Leadership Shock Absorbers

shock-absorbers isolated on white

As a leader, sometimes reality stinks. We can try to sugar coat it or spin it all we want, but at the end of the day, if you are a leader for any length of time, you are going to encounter some lousy situations. So if you believe that to be true (and if you don’t . . . well, congratulations on your first week in leadership and enjoy the honeymoon), if there is nothing you can do to totally prevent what may feel like no-win situations, then how do you plan for the bumps in the road? Shock absorbers.

First, take care of yourself physically, emotionally and spiritually. Everything feels more catastrophic and unsolvable when you are drained. Yes, for those of you who know me, I am reading this as I am writing it. And while it’s possible that I don’t always take my own advise, let’s just say I am a work in progress but I am clear in the destination. Fatigue makes everything harder, and since self care may be challenging in the midst of a tough situation, you need to start from solid footing.

Secondly, keep moving. I’ve never seen wallowing or paralysis get someone out of a difficult situation. The path forward rarely comes with an illuminated walkway and lighted exit signs, but putting one foot in front of the other is still the key to getting from point A to point B. You would be surprised how often a path comes into view only after you make a decision to step forward.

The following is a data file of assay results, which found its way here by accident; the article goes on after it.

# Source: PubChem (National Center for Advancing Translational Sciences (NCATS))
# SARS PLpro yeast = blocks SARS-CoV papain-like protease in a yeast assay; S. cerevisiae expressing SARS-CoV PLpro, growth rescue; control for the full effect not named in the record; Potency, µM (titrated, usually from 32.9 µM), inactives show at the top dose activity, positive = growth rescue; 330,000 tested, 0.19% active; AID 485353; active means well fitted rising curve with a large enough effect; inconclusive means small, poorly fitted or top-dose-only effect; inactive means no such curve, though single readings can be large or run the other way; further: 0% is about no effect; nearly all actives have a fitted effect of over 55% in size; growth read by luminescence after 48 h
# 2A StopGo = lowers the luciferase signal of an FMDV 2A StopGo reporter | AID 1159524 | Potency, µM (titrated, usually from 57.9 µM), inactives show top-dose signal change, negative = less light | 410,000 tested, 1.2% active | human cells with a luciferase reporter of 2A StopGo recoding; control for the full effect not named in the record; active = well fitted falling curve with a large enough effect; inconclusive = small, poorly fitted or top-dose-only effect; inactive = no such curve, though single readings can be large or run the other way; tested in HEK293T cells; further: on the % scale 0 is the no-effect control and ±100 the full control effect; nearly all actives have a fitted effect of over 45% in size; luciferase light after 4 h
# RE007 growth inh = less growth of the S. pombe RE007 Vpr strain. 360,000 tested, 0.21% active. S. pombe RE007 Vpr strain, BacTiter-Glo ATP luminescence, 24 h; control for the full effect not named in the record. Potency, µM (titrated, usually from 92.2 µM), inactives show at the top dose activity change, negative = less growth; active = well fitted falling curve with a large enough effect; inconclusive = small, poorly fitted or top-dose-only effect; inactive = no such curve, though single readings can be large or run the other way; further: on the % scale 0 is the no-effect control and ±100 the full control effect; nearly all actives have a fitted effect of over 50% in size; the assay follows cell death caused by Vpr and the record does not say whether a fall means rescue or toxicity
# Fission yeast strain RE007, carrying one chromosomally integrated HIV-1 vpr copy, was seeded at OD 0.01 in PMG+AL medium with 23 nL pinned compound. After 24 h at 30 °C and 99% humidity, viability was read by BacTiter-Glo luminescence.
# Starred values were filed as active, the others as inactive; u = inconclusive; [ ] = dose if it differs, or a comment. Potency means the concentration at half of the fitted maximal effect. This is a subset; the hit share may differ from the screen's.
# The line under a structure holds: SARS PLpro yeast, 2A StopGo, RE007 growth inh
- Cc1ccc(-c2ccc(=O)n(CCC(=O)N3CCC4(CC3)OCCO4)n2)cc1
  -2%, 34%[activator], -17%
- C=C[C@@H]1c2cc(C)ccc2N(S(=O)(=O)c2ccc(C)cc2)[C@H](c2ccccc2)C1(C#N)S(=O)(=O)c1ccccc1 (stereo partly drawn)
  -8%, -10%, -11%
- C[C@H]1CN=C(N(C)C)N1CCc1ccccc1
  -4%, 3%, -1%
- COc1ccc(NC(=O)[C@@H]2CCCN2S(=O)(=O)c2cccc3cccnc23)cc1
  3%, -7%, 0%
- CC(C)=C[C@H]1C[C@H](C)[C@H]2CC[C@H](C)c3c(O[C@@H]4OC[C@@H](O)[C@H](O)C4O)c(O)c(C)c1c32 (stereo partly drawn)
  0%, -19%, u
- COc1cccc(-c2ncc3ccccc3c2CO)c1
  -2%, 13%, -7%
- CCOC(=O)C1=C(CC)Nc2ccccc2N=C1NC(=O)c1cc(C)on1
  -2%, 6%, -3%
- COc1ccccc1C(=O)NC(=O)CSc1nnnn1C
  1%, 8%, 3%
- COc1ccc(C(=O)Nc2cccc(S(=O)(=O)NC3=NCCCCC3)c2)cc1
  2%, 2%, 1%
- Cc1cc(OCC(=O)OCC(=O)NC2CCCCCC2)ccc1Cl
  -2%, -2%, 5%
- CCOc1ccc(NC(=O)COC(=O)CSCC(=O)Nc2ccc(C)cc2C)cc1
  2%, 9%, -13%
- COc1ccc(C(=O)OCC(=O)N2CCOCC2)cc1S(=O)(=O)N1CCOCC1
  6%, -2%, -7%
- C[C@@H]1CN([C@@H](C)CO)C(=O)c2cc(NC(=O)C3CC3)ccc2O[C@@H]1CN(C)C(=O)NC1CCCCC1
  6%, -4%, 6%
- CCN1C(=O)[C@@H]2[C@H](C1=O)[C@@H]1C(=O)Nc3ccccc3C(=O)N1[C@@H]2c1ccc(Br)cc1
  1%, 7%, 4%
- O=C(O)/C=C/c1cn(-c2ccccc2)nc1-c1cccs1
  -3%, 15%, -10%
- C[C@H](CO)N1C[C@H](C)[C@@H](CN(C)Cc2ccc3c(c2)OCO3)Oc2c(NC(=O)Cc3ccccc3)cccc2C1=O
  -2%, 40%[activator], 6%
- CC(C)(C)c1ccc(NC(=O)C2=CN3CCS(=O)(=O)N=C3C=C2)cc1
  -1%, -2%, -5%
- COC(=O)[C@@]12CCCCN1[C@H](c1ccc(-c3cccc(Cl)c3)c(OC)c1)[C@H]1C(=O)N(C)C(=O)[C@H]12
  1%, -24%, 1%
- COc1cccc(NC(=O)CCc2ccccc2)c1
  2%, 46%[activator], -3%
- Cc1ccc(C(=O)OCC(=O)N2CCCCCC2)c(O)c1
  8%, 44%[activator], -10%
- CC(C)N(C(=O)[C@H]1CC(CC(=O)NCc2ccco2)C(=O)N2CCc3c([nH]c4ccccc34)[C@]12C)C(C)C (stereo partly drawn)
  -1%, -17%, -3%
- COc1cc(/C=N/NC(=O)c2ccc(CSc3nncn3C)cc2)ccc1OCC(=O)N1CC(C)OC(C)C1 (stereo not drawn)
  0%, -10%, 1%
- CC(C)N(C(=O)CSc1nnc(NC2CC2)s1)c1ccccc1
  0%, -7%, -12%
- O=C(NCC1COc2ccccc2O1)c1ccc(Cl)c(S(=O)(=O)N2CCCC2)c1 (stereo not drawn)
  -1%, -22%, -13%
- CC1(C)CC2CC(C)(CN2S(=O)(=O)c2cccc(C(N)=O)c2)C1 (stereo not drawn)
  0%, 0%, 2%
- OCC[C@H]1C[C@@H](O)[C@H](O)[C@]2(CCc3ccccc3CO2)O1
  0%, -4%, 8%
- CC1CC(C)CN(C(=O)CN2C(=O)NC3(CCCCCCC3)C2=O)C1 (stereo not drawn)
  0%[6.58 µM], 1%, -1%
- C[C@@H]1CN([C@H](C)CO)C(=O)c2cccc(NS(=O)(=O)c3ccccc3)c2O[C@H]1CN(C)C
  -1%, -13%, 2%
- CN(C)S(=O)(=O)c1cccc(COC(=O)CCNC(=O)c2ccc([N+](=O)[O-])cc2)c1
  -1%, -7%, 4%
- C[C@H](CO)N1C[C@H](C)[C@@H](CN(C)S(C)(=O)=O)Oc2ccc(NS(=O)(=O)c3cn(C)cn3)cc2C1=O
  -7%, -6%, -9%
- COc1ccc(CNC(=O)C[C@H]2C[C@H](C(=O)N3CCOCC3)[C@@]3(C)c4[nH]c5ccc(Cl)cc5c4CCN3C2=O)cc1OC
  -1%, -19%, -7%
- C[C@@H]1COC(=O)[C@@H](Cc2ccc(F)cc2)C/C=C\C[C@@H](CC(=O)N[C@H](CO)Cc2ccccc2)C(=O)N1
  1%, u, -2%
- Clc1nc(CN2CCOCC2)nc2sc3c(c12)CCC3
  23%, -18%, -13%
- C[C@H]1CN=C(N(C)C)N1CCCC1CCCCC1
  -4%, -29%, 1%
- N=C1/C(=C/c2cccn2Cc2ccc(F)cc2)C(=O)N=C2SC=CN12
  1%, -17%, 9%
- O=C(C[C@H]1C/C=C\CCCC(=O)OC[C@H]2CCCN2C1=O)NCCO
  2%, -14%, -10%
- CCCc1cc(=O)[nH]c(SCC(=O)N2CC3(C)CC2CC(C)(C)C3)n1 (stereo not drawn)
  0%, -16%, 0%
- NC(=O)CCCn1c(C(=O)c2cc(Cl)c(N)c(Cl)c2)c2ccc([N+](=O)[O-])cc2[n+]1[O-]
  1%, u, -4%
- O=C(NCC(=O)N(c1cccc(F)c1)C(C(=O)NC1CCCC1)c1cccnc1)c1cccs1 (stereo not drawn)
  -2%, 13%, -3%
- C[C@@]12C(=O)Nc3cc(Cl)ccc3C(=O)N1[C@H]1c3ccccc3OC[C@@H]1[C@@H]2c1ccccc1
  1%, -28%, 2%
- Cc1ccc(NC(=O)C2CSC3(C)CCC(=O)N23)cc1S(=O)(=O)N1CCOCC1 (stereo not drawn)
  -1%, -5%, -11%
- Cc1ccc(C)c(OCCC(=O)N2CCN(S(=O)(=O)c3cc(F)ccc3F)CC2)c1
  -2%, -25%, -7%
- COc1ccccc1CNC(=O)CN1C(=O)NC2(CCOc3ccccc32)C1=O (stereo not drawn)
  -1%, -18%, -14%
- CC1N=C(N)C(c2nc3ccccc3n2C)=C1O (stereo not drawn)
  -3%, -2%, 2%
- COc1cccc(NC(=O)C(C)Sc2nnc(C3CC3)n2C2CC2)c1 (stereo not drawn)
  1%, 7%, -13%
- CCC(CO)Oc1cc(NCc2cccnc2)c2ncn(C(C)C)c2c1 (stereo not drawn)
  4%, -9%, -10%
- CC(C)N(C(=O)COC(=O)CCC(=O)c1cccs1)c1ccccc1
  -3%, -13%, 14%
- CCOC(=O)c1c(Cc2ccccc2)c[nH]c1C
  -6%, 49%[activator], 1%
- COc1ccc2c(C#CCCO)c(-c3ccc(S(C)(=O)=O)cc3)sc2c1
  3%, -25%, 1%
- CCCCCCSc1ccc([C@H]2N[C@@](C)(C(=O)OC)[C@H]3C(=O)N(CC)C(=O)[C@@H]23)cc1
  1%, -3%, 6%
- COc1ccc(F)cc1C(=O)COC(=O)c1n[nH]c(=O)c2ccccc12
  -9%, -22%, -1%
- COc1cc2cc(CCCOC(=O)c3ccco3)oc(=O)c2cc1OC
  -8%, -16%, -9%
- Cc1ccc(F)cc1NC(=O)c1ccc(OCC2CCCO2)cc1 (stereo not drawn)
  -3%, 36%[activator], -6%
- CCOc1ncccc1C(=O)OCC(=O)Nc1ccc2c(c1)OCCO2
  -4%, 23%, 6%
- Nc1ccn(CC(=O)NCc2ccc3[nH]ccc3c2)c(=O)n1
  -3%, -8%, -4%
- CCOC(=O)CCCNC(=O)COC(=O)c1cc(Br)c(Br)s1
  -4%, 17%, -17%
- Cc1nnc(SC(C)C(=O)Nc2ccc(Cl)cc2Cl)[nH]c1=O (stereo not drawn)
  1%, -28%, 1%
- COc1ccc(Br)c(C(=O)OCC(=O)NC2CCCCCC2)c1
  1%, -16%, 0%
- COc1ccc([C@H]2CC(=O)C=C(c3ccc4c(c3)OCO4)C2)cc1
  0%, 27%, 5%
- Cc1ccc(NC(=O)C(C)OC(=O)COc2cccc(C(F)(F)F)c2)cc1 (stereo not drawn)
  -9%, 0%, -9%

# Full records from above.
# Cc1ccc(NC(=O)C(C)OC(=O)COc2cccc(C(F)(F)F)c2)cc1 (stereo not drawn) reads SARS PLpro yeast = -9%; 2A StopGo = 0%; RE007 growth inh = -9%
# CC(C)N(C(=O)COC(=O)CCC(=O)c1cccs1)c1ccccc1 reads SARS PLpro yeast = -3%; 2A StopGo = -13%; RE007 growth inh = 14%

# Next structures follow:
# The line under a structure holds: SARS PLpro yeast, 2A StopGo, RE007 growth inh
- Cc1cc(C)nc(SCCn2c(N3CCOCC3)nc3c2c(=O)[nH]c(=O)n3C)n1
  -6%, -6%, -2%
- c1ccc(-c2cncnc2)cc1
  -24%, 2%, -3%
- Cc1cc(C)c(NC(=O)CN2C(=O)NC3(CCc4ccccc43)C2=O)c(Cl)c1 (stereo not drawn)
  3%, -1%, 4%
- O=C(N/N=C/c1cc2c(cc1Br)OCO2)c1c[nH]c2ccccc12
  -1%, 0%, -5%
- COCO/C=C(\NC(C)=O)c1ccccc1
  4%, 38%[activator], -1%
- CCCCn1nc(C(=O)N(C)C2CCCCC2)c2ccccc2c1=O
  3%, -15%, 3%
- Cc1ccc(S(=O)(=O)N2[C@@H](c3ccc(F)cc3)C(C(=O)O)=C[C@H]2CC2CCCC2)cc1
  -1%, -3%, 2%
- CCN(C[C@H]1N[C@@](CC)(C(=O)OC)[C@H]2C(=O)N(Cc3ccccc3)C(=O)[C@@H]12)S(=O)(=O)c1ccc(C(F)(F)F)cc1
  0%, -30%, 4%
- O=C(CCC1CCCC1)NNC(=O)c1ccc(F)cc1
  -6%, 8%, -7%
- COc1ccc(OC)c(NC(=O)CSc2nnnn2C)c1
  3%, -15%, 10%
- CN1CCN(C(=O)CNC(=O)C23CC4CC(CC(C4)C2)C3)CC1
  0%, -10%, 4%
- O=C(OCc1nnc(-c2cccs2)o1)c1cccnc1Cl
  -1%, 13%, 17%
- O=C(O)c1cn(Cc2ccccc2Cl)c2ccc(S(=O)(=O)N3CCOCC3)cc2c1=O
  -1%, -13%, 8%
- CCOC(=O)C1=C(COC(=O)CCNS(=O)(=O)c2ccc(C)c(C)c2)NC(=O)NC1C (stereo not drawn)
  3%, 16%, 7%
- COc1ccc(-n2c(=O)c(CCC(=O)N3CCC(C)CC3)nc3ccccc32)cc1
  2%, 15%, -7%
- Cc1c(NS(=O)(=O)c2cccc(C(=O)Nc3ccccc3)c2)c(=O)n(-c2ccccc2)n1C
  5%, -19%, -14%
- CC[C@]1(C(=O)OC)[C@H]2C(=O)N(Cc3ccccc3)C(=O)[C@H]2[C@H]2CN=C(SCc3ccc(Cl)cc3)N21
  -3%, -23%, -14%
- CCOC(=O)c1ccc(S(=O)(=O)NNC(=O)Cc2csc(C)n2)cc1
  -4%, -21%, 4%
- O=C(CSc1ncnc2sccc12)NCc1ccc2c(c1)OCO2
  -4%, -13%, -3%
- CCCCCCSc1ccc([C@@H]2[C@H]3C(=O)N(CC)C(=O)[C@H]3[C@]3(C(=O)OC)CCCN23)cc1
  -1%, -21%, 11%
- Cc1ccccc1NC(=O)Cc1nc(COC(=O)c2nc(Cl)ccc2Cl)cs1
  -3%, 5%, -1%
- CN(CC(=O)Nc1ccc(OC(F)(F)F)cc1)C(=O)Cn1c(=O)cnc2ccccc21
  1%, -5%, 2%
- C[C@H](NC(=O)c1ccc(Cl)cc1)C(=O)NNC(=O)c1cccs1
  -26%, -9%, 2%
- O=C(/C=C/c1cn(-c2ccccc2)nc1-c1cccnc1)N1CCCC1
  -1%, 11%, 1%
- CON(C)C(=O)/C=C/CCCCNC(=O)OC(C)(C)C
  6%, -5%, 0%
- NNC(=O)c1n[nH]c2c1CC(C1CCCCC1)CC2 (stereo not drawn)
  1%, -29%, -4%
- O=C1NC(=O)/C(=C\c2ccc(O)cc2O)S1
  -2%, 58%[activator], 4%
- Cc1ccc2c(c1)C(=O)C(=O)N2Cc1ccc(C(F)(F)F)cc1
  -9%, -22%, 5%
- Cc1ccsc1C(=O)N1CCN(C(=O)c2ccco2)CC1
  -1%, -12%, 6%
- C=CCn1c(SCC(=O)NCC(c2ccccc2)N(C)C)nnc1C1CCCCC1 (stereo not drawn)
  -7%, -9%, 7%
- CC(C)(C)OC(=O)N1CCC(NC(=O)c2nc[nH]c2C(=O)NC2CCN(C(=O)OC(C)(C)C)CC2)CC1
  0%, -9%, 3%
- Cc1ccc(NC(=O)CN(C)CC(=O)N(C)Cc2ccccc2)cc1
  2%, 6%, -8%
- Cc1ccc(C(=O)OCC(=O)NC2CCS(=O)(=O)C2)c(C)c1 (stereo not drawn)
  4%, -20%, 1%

Disclaimer: That doesn’t mean running around like your hair’s on fire. Notice the advice above says to move forward, not spin in circles. Actually, this one is much harder than it sounds, because you will likely have lots of “experts” or well-meaning individuals giving you advice on what you “should” do. After all, it is easy to have an opinion when you don’t have skin in the game. But when you try to implement a little bit of this, and then respond to a little bit of that . . . you know, to cover all your bases . . . far too often you end up right back where you started.

Which leads me to my third “shock” . . . tough situations are in inside job. Yes, you should listen to trusted advisors, ponder the issue (which for me means thinking, praying, arguing with myself, and running out multiple scenarios), and weigh any possible solutions against your core values. And then get quiet and listen to your gut — which I believe pulls the best from your head and your heart and your lived experience.

That’s it, three easy steps. Okay, three steps. Easy isn’t part of the job description. But leading is. So take care of yourself, keep moving, and listen to your gut. There will still be bumps in the road, but a few shock absorbers will go a long ways in helping smooth the ride.

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